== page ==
It is already suggested that the waves produced in the brain are instrumental for mental processes, but they are not sufficient to maintain the relationship between the material and non-material aspects of a living system (otherwise the connection would be broken in a deep sleep or when unconscious). The body, however, produces other wave patterns. The body can be indeed considered ‘a complex network of resonance and frequency' (McTaggart, 2000, p.53). All the organelles (cell's ‘organs') are rotating and vibrating. Each of them is involved in this ‘musical' activity of creating rhythmic waves of energy. Some of these vibrations are innate to chemical components, but some of them are genetically programmed. It is known that DNA produces a wide range of frequencies, so genes can be understood as ‘notes' in a composition that is unique for each person. Of course, functional genes are not the candidates for the connection. However, the wave patterns produced by some of the DNA sequences that present scientists call ‘genetic garbage' (because they do not contribute to protein production) may be responsible. One curious characteristic of life is that, unlike machines, life cannot be interrupted. For example, a car can be switched off and turned on again much later. Life cannot. A living organism needs constant activity. In principle, this should not be necessary in order to preserve body functioning, and is ineffective from the energy consumption point of view. It is more likely that the constant working of the body is needed to maintain the vibrations that connect the body to the soul.
Non-material energy consists of wave patterns too, so there are reasonable grounds to believe that, at least in some cases, they can resonate with the waves produced by heavy and slow matter (or its constituent parts on the border with non-material reality). The soul and the body can therefore be considered different forms of energy that are linked via waves. Thus, the soul is not in the body or attached to the body, but body and soul resonate with each other. This process goes in both directions, but the material aspect is normally more intense. The likely way that this connection happens is that each body and soul has a specific wave pattern, a unique signature. When a new organism is created, if those signatures are compatible, the waves of the soul harmonise with the waves of the body and in that way the body gets connected to the soul. When the body ceases to function (and produce waves), that connection is broken. This means that the body is a replaceable part of that system.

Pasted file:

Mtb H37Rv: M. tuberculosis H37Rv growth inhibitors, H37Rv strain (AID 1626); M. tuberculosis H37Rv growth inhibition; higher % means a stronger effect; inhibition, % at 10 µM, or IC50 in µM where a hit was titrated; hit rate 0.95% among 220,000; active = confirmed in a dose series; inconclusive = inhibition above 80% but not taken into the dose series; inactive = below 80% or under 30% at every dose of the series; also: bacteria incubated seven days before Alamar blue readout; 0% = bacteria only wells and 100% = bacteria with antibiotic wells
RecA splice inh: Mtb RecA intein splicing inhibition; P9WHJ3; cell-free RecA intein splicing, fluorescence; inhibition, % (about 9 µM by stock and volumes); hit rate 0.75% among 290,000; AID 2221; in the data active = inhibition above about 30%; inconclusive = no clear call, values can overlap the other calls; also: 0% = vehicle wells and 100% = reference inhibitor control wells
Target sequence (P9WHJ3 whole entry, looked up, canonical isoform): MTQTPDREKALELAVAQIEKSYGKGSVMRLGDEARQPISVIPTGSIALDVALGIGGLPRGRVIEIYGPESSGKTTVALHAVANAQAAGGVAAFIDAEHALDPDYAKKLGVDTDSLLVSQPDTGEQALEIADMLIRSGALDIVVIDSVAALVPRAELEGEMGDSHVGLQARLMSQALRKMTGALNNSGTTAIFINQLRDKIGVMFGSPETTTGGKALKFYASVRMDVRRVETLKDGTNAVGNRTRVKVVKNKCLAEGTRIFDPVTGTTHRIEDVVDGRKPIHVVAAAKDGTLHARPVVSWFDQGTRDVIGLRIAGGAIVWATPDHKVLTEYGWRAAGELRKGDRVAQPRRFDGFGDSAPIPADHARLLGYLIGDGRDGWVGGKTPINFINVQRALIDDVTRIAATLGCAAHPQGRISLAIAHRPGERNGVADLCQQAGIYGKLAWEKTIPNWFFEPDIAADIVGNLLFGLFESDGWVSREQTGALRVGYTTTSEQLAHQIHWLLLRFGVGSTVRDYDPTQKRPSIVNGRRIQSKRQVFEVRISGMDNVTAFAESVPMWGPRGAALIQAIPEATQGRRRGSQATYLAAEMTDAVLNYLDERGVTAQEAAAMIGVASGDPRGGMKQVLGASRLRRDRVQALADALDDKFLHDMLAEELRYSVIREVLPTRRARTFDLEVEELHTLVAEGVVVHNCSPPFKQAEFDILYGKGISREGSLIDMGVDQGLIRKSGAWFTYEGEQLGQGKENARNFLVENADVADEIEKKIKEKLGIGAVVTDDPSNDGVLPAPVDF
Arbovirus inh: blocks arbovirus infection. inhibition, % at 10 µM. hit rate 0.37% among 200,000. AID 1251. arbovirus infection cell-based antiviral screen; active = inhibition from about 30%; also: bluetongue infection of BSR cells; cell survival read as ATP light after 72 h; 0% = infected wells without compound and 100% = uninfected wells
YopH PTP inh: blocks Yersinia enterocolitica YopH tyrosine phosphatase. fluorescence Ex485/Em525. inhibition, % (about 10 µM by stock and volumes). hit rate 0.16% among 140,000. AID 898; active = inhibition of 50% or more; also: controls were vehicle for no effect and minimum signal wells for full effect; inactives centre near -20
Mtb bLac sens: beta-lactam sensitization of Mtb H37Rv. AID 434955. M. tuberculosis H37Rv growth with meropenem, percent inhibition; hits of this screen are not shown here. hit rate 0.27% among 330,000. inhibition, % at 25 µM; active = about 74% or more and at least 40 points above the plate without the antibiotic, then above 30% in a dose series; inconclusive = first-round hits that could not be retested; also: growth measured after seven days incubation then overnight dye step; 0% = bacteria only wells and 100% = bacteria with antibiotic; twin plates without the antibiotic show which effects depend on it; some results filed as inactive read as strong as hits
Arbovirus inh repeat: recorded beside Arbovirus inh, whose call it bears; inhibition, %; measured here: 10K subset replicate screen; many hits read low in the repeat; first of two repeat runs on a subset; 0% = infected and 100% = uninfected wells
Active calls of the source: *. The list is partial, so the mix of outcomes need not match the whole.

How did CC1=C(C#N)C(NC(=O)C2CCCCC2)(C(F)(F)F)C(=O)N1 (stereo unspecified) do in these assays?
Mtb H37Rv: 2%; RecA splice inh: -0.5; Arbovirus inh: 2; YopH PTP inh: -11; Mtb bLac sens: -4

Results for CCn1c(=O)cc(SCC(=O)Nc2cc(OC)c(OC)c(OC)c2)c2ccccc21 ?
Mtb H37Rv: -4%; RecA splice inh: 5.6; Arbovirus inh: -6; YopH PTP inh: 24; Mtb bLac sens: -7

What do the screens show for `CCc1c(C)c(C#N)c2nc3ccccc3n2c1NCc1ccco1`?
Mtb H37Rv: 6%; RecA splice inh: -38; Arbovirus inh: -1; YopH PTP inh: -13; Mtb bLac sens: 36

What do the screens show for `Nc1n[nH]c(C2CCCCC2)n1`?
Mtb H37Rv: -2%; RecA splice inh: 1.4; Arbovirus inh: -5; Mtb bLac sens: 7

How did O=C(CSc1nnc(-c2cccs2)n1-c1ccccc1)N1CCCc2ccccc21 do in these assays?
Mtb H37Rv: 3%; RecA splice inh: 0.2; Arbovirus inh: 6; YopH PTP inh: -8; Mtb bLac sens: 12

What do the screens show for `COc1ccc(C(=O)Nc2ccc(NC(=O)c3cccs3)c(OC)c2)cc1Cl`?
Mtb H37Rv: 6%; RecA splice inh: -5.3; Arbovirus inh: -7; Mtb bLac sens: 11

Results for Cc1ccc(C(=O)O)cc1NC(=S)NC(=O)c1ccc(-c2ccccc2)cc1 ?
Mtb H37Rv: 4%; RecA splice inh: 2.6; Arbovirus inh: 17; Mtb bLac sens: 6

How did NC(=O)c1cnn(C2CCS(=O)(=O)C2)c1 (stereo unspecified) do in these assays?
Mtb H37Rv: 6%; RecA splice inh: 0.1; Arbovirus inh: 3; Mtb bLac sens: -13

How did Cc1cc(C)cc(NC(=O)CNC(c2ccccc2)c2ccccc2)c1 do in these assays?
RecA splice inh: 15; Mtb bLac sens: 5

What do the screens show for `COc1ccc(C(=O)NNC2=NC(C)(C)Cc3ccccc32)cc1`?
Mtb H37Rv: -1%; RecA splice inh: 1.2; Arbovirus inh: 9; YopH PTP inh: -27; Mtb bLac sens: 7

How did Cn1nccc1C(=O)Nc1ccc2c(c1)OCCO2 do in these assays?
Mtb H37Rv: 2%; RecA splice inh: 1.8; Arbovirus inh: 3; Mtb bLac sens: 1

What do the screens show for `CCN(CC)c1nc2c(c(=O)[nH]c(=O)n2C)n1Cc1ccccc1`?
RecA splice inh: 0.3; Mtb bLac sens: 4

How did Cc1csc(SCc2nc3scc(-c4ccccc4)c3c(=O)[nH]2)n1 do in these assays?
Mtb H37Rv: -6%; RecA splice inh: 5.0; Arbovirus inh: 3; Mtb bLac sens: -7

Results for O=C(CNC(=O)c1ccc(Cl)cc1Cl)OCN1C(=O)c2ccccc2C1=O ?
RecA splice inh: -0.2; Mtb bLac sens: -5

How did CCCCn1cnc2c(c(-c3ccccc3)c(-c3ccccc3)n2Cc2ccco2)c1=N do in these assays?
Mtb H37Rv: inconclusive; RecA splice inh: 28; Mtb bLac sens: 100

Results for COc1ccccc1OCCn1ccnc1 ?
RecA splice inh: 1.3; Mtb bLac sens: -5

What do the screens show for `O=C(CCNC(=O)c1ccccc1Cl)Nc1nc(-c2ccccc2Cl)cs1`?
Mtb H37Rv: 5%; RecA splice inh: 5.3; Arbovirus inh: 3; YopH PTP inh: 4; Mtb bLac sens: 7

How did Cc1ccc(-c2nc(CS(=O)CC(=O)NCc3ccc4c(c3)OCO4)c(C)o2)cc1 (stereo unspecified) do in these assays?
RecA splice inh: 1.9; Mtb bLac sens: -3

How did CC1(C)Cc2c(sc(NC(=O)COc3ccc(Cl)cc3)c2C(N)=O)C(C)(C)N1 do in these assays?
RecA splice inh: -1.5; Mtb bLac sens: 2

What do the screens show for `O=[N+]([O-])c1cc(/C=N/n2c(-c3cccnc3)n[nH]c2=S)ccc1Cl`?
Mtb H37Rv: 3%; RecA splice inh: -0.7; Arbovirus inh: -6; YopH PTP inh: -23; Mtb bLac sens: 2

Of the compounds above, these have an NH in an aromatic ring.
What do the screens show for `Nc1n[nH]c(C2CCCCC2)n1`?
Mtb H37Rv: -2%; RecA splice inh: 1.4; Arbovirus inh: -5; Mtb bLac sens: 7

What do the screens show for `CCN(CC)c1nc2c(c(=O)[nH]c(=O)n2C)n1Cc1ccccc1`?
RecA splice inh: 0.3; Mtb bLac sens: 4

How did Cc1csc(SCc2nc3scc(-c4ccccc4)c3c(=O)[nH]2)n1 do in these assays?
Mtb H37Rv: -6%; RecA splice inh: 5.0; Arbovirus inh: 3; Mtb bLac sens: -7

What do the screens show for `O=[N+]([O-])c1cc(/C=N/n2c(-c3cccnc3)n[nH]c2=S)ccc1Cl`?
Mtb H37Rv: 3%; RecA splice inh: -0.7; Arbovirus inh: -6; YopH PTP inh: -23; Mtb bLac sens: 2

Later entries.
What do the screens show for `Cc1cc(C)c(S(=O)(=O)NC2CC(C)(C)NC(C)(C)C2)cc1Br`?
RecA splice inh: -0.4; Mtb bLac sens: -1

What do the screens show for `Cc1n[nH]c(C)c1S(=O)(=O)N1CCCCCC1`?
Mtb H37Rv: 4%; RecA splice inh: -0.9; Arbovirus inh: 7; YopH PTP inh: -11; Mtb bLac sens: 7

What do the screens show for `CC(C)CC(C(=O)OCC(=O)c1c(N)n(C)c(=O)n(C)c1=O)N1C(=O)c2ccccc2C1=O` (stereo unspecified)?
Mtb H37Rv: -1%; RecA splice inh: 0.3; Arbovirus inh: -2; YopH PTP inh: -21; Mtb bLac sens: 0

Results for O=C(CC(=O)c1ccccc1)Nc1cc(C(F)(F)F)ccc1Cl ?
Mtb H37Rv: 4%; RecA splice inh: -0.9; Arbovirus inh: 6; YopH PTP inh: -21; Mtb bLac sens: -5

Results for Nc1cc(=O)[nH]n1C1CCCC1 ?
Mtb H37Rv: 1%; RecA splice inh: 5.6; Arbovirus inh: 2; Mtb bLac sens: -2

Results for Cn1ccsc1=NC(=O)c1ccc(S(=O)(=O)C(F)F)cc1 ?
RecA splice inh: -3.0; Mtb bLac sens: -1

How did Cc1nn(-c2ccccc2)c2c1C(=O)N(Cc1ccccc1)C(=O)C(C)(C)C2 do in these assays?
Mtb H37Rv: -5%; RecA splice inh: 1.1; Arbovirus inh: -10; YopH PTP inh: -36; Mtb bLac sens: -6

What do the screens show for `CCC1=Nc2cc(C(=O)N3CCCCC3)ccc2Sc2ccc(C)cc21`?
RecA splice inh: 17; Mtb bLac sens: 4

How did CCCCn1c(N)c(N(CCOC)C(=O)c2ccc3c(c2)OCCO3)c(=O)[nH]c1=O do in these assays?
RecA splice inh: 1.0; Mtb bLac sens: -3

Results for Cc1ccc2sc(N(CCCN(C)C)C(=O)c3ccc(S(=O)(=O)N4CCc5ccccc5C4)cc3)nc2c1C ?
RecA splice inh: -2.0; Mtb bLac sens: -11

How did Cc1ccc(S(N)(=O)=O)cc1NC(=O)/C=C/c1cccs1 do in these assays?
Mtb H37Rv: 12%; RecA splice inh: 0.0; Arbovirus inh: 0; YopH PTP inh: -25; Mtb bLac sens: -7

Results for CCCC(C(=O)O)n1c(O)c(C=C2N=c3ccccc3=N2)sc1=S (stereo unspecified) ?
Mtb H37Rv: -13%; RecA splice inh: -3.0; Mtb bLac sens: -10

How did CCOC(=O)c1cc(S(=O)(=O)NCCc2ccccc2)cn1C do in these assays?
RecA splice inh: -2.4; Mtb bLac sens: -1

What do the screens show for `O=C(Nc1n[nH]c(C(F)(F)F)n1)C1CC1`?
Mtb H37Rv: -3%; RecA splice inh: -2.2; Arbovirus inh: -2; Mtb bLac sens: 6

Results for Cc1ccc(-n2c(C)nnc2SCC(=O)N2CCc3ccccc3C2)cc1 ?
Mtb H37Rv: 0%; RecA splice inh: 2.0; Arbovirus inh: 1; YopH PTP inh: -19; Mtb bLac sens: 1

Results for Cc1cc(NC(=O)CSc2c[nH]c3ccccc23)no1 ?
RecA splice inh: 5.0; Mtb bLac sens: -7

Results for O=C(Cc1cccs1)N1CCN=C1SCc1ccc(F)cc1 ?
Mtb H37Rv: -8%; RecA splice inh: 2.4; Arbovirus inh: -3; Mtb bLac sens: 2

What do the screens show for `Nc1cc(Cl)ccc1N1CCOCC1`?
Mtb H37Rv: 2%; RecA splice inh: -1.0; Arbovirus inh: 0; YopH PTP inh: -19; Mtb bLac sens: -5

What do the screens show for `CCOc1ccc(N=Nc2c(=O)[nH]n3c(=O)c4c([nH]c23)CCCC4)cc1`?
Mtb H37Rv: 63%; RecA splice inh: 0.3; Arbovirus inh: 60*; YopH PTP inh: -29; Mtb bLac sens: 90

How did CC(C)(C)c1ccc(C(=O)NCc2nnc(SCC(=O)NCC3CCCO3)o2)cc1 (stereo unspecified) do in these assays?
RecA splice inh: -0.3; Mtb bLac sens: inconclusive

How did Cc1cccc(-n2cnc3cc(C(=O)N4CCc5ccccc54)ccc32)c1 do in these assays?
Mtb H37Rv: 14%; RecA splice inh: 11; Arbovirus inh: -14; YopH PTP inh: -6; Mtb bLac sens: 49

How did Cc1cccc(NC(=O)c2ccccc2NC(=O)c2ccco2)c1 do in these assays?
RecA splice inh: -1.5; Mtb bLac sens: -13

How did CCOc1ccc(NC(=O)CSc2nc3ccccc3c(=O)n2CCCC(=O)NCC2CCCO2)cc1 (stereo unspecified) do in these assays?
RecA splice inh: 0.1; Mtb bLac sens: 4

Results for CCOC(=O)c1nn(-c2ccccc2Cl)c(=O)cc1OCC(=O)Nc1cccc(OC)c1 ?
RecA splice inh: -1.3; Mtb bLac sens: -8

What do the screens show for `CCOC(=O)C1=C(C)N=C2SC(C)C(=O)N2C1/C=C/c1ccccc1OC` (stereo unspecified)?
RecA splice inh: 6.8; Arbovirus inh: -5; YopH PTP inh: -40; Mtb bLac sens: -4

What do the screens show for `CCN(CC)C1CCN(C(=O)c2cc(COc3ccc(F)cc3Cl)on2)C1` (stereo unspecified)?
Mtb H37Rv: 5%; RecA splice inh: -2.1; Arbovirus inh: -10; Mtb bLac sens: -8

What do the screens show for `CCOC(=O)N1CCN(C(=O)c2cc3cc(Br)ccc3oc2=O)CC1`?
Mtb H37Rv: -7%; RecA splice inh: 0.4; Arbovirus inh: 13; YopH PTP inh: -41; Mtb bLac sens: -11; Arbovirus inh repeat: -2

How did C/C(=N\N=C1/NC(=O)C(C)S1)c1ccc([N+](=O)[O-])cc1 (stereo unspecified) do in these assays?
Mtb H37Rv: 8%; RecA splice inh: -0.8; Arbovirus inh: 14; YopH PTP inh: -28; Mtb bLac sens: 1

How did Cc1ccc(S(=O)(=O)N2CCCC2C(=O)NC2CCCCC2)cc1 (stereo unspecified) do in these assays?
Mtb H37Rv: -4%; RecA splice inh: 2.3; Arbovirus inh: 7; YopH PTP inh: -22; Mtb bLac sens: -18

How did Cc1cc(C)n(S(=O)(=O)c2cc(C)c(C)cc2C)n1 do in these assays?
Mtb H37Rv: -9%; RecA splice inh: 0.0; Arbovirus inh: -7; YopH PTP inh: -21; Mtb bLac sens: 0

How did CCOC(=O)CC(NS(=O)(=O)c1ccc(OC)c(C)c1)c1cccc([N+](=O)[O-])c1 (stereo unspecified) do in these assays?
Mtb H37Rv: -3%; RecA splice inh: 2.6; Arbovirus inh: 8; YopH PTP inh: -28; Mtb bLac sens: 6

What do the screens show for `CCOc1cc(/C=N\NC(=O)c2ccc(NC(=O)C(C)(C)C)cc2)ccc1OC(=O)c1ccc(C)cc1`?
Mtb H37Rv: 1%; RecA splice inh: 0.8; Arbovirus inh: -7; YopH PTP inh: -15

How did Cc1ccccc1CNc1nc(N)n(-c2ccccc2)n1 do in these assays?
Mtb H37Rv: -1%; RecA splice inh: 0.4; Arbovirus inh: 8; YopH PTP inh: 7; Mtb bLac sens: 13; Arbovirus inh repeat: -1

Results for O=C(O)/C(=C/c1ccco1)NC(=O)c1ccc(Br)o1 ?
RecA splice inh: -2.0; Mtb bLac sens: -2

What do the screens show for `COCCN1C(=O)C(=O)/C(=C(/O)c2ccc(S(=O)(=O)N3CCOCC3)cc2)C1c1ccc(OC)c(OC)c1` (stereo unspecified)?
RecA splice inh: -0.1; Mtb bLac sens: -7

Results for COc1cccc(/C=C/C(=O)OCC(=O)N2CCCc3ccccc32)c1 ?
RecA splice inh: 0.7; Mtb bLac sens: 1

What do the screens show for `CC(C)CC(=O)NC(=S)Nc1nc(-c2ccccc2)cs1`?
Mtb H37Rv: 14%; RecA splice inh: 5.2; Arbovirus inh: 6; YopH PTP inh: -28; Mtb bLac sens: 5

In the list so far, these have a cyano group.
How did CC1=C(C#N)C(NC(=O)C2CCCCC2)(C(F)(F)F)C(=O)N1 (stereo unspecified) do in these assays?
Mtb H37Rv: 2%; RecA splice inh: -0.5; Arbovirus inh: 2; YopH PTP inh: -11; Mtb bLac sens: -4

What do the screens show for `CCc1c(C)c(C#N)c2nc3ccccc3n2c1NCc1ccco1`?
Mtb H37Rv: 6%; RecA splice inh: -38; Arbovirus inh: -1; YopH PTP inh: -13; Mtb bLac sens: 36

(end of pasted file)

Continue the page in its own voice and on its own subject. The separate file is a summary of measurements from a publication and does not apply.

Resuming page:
Although the connection between the body and soul may be attributed to the waves produced on the molecular level, the question may be raised whether there is a ‘relay station', a crucial part of the body in this respect. Historically, several ‘seats of the soul' have been suggested (liver, heart, brain, pineal gland), but the only part of the body that could really be a candidate for this role is the brain stem (the area at the base of the brain that includes the midbrain, the pons, and the medulla). The brain stem contains the ascending reticular activating system, which plays a crucial role in enabling and maintaining alertness. Even small lesions in some parts of the midbrain and the pons cause permanent coma. The brainstem also contains the respiratory centre that is responsible for breathing (so it can be associated with the ‘breath of life'). Moreover, all of the motor outputs from the cerebral hemispheres (e.g. those that mediate movement or speech) are routed through the brainstem, as are the efferent fibres of Autonomous Nervous System responsible for the integrated functioning of the organism as a whole. Most sensory inputs also travel through the brainstem. Consequently, if there is no functioning brainstem, there can be no integrated activity of the cerebral hemispheres, no thoughts or sensations, no interaction with the environment.
All this, of course, does not amount to a proof and is no more than suggestive. Because of its anatomical position and other factors brainstem is notoriously difficult to study. Nevertheless, if there is a crucial part of the body responsible for a stable connection with the non-material aspect, brainstem seems the safest bet. This is not to say that the brainstem is an ‘organ of connection' (otherwise organisms that did not develop a brainstem would not be really alive). It is the only probable place though, where there could be a necessary and sufficient concentration of wave patterns to maintain the permanent resonance in higher organisms. Possibly all body parts have weak connections, but they most likely cannot be maintained if not linked to this centre. It is interesting that an interference with the wave patterns of an organ can cause disassociation even if it is still attached to the body. For example, when one's arm is exposed to a strong electric current, it is not experienced as one's own, but as a foreign attachment.
- . Plant seeds and some simple organisms can be dormant for a long time, which seemingly contradicts the above. However, they can be considered not a life but a potential life, similar to frozen sperm.
- . It should be pointed out though, that not the whole soul, but only a part of it is associated at any point with physical (or mental) life.
- . ‘Most likely' is added because of strange recent claims that patients with transplanted organs can apparently pick up some experiences that belonged to their donors. More research is required for all these issues, but in the present climate, this is something that one can only hope for.